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Cricket Test

By Theatre

The Second TestWhen the New Zealand crick­et team (note not BLACKCAPS™) first toured South Africa in 1953 they had nev­er won a Test Match and were giv­en no show against a ruth­less South Africa, on pitches tailored to sup­port their fast, mean quick bowlers.

The crick­et was tough, and vic­tory was ulti­mately bey­ond New Zealand’s grasp, but it was­n’t the crick­et that ensured that the series became a NZ sport­ing legend. The 1953 Second (Christmas Day) Test is fam­ous for the pro­foundly mov­ing story of one play­er, Kiwi fast bowl­er Bob Blair, and his story has been brought to the stage by tal­en­ted act­or Jonny Brugh (Sugar & Spice) and it’s play­ing now at BATS.

During the rest day of the Test, Blair got the news that his fiancée Nerissa Love had been killed along with 150 oth­ers in the Tangiwai Rail Disaster. When play resumed on Boxing Day nobody expec­ted Blair to play any fur­ther part in the game. Without giv­ing too much away, the rest (as they say) is history.

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Review: Michael Jackson’s This is It, My Year Without Sex, The Limits of Control and Black Ice

By Cinema, paramount and Reviews

Thi is It posterFull dis­clos­ure: I wrote a play about Michael Jackson once (“Dirty Doris”, BATS 1995) so I’ll con­fess to always being inter­ested in the real char­ac­ter behind the tabloid and music video façade so the arrival of This is It (what some have described as a cheap cash-in flick) is of more than passing interest to me.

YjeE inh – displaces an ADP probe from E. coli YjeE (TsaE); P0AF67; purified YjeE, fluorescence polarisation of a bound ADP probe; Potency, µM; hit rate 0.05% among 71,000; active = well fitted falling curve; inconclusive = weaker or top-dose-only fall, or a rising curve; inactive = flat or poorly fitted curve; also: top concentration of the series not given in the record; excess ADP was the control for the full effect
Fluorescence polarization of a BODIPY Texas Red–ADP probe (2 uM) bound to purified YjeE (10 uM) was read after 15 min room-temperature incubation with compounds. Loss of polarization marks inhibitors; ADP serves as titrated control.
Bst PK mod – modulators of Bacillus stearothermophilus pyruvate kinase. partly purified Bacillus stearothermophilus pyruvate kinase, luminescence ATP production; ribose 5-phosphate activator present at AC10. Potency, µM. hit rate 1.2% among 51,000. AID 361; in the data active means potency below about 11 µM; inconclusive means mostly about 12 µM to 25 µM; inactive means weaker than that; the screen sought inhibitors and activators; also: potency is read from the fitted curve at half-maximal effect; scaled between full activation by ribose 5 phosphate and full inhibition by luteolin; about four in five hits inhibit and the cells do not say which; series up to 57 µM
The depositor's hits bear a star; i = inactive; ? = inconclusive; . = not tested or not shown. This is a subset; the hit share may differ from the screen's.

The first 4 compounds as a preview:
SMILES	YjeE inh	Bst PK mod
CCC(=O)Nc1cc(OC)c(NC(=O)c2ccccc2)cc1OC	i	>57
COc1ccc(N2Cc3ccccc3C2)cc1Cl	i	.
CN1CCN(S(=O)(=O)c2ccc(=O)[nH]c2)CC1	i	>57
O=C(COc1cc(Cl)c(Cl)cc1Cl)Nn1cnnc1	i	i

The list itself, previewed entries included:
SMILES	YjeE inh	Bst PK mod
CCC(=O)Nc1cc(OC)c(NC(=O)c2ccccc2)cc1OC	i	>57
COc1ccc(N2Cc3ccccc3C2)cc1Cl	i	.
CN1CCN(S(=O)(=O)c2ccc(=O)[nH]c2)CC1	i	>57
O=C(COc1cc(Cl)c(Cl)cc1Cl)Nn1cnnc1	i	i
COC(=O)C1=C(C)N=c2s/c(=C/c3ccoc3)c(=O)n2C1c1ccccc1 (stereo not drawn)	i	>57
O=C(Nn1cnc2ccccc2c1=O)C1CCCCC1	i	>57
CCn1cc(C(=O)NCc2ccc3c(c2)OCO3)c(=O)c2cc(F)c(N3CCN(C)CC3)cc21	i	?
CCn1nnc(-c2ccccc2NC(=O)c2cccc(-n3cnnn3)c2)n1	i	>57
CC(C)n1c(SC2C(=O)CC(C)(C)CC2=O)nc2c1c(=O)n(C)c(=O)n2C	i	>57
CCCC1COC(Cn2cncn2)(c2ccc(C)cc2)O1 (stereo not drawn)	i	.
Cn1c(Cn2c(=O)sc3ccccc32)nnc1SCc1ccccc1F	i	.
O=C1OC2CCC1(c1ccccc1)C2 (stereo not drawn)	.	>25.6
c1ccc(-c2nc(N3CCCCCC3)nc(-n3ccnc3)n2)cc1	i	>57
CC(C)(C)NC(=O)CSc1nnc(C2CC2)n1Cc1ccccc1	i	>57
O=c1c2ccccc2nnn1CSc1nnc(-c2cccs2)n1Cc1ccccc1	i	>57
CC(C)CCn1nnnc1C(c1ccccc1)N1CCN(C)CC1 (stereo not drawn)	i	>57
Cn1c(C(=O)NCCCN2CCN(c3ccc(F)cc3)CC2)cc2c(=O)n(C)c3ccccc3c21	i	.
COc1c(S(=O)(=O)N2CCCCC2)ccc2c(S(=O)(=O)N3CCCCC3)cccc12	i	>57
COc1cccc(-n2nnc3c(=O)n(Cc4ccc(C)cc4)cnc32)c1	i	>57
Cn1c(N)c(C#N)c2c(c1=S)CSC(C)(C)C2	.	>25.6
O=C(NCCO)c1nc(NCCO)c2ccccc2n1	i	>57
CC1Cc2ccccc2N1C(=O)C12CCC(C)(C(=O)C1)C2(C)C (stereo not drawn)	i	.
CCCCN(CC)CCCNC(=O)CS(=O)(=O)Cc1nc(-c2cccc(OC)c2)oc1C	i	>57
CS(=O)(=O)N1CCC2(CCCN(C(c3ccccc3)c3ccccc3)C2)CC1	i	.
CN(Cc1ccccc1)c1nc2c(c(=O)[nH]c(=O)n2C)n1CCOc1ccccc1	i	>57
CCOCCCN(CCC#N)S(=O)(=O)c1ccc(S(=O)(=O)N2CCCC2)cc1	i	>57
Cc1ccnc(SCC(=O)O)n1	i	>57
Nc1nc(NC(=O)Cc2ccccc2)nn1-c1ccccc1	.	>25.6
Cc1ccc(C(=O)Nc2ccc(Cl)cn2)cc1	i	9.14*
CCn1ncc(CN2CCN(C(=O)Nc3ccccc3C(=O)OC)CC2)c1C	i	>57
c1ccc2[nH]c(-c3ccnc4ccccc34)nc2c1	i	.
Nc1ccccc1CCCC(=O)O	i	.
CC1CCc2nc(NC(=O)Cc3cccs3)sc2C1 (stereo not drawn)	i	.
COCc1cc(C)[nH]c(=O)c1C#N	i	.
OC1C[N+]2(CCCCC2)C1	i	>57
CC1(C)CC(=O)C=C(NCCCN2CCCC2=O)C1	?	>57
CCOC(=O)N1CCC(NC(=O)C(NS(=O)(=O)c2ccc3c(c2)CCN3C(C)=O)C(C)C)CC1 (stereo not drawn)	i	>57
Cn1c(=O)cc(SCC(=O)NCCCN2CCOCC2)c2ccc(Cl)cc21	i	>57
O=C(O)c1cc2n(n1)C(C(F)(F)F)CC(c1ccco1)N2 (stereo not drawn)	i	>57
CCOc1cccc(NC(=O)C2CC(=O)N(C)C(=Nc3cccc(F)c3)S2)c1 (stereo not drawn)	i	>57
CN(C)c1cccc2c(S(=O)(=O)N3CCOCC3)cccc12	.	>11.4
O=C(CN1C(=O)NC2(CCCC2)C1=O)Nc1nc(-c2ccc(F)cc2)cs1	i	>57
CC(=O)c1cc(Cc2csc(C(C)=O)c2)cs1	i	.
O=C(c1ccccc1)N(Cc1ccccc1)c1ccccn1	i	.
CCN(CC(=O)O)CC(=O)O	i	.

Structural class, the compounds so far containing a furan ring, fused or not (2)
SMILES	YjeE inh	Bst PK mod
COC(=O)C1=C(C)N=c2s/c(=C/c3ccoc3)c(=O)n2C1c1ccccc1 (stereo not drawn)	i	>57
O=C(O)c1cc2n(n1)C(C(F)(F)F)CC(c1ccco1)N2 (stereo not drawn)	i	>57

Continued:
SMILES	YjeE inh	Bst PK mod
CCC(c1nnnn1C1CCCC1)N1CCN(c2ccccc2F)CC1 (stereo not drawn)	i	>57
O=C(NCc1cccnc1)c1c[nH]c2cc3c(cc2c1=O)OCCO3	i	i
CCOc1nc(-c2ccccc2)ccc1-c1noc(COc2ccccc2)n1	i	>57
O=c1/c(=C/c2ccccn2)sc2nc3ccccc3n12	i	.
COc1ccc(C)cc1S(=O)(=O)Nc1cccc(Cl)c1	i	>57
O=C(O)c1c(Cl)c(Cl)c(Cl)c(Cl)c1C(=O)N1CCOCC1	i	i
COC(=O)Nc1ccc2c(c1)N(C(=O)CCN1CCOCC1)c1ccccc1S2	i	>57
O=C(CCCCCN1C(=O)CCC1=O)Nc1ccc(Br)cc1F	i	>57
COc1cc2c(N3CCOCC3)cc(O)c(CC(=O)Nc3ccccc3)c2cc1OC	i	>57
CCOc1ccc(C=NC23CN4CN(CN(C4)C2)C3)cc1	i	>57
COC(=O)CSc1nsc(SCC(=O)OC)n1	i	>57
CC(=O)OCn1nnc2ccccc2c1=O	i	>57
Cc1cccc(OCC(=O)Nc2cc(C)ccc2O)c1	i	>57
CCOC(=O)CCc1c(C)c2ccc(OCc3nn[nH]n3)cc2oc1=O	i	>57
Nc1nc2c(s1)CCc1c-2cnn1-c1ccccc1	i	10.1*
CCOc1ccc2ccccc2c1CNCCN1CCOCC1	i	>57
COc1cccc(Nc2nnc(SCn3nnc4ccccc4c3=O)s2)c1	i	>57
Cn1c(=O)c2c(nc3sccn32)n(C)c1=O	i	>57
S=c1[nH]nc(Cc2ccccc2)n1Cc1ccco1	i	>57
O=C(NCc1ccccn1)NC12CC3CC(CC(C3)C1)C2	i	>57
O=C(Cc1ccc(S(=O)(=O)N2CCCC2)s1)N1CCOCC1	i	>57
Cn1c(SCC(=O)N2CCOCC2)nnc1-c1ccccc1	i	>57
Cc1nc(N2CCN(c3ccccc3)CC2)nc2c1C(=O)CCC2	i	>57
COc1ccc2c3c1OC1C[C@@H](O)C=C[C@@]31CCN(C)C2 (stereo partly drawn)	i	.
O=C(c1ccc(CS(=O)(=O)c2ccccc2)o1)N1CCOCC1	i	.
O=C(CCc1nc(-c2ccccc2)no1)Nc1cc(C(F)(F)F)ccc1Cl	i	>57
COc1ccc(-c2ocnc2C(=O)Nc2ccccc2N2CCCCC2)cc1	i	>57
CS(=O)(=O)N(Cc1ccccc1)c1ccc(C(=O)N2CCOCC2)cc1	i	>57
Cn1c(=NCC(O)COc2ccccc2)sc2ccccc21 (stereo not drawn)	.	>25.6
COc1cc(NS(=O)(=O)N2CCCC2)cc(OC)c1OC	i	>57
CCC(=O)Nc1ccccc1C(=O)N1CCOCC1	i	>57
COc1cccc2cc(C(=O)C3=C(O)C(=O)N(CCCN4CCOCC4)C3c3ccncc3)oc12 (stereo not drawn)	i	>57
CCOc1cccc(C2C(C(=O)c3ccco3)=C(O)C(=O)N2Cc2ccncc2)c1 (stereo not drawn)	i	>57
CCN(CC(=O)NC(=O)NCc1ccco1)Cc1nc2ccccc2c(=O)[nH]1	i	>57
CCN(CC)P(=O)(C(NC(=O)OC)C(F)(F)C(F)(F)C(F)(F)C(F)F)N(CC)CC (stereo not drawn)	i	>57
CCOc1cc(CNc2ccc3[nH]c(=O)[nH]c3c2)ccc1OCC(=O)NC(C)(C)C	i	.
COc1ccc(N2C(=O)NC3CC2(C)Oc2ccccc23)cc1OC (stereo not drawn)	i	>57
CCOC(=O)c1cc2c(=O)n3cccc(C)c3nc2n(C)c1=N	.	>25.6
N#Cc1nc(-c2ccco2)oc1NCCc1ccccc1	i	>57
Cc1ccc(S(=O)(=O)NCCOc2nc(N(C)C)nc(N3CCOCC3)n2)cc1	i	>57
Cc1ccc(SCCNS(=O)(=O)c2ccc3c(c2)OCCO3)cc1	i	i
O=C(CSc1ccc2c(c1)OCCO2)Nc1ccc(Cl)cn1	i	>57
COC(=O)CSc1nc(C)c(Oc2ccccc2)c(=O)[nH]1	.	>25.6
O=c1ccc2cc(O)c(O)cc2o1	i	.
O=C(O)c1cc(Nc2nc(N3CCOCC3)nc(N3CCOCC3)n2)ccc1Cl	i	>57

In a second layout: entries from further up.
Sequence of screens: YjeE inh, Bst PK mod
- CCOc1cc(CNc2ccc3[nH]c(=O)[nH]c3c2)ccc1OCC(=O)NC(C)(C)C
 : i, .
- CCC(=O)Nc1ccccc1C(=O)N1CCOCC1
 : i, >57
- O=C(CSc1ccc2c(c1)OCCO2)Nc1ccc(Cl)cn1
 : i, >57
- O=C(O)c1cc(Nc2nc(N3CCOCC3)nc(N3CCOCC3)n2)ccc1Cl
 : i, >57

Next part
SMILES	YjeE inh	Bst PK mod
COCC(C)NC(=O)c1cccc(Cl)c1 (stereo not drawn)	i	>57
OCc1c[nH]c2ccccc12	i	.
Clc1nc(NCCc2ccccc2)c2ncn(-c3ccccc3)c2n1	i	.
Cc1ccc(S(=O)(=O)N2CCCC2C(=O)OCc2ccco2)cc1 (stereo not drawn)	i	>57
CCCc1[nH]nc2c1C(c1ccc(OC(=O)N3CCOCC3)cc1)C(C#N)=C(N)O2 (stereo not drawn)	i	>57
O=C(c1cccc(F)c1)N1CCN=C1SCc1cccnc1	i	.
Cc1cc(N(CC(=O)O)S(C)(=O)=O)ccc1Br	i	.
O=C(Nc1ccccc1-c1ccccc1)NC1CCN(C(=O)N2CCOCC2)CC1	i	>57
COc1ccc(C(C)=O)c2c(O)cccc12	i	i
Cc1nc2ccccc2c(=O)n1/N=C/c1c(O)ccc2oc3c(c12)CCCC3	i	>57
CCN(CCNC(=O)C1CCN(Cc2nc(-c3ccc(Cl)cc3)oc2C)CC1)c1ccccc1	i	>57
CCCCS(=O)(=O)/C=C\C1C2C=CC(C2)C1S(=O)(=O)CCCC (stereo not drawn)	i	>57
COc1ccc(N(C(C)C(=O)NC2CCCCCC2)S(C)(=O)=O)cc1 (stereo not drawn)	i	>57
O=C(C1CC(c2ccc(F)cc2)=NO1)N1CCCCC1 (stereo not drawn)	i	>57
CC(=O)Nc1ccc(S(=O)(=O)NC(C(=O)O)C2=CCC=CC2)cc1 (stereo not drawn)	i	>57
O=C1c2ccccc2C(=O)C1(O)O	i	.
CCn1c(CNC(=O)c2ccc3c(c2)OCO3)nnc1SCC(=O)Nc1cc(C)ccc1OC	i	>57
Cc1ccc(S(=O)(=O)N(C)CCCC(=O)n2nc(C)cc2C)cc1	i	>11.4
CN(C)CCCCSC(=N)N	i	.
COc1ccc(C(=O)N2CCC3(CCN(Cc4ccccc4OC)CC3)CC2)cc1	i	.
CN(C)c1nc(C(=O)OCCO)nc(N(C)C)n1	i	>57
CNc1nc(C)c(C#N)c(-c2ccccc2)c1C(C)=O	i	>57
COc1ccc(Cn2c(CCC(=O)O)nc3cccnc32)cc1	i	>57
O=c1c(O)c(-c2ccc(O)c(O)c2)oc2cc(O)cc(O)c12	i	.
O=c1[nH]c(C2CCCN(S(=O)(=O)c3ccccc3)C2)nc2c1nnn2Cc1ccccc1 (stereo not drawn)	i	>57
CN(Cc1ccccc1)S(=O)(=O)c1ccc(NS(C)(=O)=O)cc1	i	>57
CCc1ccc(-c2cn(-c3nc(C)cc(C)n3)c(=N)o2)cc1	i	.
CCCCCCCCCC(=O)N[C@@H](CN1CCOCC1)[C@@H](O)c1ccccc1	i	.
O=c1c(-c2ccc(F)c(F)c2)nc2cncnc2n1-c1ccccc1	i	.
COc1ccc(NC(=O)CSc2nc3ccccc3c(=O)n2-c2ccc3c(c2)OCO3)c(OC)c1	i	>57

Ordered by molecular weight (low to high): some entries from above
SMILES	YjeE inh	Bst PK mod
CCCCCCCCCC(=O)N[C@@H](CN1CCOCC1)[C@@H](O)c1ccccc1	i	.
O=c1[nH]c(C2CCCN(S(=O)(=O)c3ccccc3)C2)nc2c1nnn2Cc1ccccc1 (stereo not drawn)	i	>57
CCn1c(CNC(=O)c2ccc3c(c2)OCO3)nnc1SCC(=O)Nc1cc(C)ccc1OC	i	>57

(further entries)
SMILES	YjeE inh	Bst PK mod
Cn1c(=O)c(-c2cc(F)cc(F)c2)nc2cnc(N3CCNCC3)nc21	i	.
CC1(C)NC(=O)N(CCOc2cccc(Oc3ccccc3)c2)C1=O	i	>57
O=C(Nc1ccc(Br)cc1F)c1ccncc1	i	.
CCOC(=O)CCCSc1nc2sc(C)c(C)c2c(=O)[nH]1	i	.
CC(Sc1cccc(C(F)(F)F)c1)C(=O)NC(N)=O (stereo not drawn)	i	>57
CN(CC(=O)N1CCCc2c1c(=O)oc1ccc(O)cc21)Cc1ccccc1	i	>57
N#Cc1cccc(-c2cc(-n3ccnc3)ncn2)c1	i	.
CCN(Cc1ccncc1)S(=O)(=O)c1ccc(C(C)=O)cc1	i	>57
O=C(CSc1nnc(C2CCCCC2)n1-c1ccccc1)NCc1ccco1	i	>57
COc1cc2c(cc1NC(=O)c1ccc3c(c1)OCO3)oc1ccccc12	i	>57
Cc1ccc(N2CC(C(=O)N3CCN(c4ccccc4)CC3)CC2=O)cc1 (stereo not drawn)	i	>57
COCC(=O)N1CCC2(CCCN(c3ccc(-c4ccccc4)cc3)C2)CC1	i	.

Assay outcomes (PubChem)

And of all the pos­sible adject­ives avail­able to describe the film “cheap” would seem to be the least appro­pri­ate. This behind-the-scenes doc­u­ment­ary, made up of foot­age inten­ded for “Making of” extras on an even­tu­al DVD plus han­dic­am foot­age for Jackson’s own per­son­al archive, shows a ded­ic­ated bunch of ser­i­ously tal­en­ted people pre­par­ing a huge stage show for an audi­ence of demand­ing fans. However, no one involved is more demand­ing than the star of the show MJ himself.

In the film we see Jackson and his crack team rehears­ing the massive series of 50 London shows that were sup­posedly to mark his retire­ment from live per­form­ance. Pushing 50, with a body battered from years of ill­ness and tour­ing, suf­fer­ing from anxiety-induced insom­nia, Jackson knew that audi­ences only wanted the moon­walk­ing King of Pop per­sona, an act that he wouldn’t be able to main­tain much longer. So, he wanted to go out with a bang, with some­thing mem­or­able, and he was evid­ently very ser­i­ous about put­ting on a truly amaz­ing show.

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